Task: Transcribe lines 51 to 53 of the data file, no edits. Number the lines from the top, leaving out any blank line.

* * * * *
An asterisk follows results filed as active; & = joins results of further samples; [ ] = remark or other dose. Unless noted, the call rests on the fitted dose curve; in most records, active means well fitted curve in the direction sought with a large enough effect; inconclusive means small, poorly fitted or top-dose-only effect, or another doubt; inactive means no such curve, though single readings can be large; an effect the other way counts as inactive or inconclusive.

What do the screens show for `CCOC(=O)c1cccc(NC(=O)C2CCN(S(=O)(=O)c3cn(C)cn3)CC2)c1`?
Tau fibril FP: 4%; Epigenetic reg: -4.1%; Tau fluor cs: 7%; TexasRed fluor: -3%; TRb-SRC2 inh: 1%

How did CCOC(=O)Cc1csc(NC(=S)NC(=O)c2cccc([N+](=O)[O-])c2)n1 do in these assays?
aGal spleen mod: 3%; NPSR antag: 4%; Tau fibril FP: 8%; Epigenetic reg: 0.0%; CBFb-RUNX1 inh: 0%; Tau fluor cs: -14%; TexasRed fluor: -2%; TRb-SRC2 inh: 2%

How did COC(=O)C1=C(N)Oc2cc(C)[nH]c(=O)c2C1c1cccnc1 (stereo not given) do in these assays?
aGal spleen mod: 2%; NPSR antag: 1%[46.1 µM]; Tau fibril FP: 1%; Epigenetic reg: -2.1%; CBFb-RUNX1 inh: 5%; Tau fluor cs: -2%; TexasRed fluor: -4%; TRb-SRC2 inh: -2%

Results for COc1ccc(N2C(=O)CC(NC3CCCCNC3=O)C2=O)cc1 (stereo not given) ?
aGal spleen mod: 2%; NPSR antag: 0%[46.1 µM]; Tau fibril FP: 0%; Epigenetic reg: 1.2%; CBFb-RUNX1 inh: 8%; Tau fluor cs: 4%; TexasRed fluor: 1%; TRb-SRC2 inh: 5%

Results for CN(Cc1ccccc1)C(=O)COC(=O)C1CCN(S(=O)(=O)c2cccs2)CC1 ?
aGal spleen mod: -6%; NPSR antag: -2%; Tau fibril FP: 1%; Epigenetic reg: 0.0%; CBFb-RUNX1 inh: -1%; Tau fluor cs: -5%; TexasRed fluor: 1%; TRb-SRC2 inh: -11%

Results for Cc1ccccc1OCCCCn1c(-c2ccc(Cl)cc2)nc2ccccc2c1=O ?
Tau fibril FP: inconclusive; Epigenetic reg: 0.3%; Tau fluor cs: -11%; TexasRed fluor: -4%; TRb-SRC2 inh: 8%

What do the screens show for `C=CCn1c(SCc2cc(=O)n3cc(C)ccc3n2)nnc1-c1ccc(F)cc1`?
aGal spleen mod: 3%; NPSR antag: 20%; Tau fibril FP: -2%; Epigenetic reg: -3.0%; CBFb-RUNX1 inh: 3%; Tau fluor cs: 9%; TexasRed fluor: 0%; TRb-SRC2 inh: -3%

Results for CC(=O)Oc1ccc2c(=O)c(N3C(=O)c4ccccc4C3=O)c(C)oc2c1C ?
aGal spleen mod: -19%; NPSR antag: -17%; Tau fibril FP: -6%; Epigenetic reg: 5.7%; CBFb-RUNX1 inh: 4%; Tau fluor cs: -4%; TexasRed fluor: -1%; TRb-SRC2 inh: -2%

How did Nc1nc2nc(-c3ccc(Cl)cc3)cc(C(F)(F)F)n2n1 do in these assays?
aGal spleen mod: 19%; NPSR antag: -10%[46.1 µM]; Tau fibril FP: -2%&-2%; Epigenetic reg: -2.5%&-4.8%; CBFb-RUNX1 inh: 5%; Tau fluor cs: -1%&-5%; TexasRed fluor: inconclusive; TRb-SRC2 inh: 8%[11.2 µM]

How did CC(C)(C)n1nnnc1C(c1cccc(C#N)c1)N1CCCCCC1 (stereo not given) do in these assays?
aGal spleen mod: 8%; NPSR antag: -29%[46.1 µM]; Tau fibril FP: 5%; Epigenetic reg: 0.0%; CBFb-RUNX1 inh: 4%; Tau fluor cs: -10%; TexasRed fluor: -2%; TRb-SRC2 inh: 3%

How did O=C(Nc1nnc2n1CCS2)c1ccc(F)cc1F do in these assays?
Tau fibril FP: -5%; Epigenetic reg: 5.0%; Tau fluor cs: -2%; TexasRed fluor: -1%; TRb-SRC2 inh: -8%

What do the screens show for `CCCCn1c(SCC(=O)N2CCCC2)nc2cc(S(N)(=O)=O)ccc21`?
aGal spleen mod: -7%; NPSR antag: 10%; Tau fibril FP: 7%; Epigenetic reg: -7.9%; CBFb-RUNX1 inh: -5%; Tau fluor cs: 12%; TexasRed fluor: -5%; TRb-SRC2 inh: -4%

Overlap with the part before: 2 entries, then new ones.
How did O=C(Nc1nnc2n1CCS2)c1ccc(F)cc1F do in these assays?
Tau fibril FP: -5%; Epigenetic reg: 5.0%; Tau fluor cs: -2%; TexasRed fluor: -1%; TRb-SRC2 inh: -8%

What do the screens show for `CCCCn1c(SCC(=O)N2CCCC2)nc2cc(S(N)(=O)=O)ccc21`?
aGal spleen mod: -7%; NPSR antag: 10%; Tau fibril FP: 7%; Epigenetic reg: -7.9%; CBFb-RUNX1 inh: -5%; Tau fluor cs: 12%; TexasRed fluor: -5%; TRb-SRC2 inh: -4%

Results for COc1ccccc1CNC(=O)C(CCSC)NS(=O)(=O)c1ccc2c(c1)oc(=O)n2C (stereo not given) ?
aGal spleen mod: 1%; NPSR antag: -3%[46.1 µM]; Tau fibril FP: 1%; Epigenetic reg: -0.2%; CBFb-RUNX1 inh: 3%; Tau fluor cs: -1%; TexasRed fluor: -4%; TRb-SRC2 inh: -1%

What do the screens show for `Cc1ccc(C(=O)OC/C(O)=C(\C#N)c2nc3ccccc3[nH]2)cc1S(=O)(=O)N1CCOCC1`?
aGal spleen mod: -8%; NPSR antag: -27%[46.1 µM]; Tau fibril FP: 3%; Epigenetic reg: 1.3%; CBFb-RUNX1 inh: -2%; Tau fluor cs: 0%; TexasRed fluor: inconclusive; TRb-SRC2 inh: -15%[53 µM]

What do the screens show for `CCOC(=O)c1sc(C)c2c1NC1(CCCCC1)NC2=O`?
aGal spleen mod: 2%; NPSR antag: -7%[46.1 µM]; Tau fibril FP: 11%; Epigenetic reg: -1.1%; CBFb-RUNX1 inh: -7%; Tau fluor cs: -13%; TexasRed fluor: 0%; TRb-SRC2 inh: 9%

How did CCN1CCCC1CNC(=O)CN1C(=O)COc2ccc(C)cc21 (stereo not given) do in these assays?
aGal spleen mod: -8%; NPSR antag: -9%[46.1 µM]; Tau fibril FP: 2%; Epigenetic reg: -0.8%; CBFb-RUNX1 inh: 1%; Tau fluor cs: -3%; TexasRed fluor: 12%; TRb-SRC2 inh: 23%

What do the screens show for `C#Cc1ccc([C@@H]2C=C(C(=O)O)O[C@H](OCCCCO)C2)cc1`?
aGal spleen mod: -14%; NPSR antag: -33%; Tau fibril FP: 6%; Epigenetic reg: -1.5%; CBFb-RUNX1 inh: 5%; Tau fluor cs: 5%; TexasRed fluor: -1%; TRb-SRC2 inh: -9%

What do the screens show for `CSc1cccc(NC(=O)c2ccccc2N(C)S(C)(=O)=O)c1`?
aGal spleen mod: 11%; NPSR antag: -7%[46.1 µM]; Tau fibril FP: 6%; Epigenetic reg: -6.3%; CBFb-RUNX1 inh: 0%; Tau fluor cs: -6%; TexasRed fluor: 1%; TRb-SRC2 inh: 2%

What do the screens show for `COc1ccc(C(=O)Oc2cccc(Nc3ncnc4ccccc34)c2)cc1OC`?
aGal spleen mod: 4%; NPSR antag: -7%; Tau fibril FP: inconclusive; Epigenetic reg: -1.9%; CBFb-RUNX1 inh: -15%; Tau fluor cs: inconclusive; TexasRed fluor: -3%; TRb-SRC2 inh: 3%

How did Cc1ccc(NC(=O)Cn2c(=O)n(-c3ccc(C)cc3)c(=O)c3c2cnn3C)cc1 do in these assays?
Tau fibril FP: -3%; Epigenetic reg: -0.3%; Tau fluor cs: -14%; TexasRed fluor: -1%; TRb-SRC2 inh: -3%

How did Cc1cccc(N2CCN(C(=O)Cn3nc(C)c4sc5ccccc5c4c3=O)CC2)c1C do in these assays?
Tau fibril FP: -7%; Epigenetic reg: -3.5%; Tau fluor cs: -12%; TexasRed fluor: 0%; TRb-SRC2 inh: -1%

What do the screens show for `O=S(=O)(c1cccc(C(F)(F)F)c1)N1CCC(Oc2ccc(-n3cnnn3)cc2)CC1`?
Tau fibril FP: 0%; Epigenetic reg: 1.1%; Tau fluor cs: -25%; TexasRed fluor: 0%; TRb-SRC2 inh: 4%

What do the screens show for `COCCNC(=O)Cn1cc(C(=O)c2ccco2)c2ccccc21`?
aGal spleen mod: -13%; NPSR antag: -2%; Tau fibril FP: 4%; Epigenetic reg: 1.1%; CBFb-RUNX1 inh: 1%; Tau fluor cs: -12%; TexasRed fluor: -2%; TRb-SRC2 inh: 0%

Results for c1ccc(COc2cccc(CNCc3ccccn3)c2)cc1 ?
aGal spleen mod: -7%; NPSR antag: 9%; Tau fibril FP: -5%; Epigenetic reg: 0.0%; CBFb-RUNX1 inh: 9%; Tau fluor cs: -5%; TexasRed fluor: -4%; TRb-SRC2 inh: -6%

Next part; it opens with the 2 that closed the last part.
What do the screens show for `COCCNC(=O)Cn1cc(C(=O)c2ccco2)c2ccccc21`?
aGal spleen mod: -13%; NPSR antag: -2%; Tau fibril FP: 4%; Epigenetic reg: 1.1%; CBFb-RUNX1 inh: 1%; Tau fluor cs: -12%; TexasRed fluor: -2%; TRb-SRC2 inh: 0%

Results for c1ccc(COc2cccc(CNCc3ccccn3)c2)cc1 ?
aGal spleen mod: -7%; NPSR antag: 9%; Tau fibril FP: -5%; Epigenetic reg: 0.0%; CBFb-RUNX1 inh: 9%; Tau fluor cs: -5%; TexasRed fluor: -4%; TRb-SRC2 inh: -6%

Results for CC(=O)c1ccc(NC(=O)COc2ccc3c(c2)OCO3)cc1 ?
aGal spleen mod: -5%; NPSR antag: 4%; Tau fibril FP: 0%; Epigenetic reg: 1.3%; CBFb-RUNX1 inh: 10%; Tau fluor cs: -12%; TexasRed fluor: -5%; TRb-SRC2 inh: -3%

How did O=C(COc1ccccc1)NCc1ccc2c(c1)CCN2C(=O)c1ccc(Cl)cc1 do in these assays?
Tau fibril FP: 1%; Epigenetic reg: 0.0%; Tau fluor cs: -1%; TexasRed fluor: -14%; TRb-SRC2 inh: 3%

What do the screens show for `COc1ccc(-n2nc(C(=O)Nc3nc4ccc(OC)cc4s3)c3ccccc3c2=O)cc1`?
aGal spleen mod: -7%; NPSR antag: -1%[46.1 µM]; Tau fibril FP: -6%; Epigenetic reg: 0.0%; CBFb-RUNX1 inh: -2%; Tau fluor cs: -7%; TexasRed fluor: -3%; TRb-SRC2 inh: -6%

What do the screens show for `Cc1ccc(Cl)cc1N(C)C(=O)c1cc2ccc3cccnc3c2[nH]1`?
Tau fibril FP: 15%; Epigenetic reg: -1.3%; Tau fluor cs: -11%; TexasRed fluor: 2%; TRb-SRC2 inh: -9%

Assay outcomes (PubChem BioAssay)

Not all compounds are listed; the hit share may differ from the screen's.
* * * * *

What do the screens show for `COCCNC(=O)Cn1cc(C(=O)c2ccco2)c2ccccc21`?
aGal spleen mod: -13%; NPSR antag: -2%; Tau fibril FP: 4%; Epigenetic reg: 1.1%; CBFb-RUNX1 inh: 1%; Tau fluor cs: -12%; TexasRed fluor: -2%; TRb-SRC2 inh: 0%

Results for c1ccc(COc2cccc(CNCc3ccccn3)c2)cc1 ?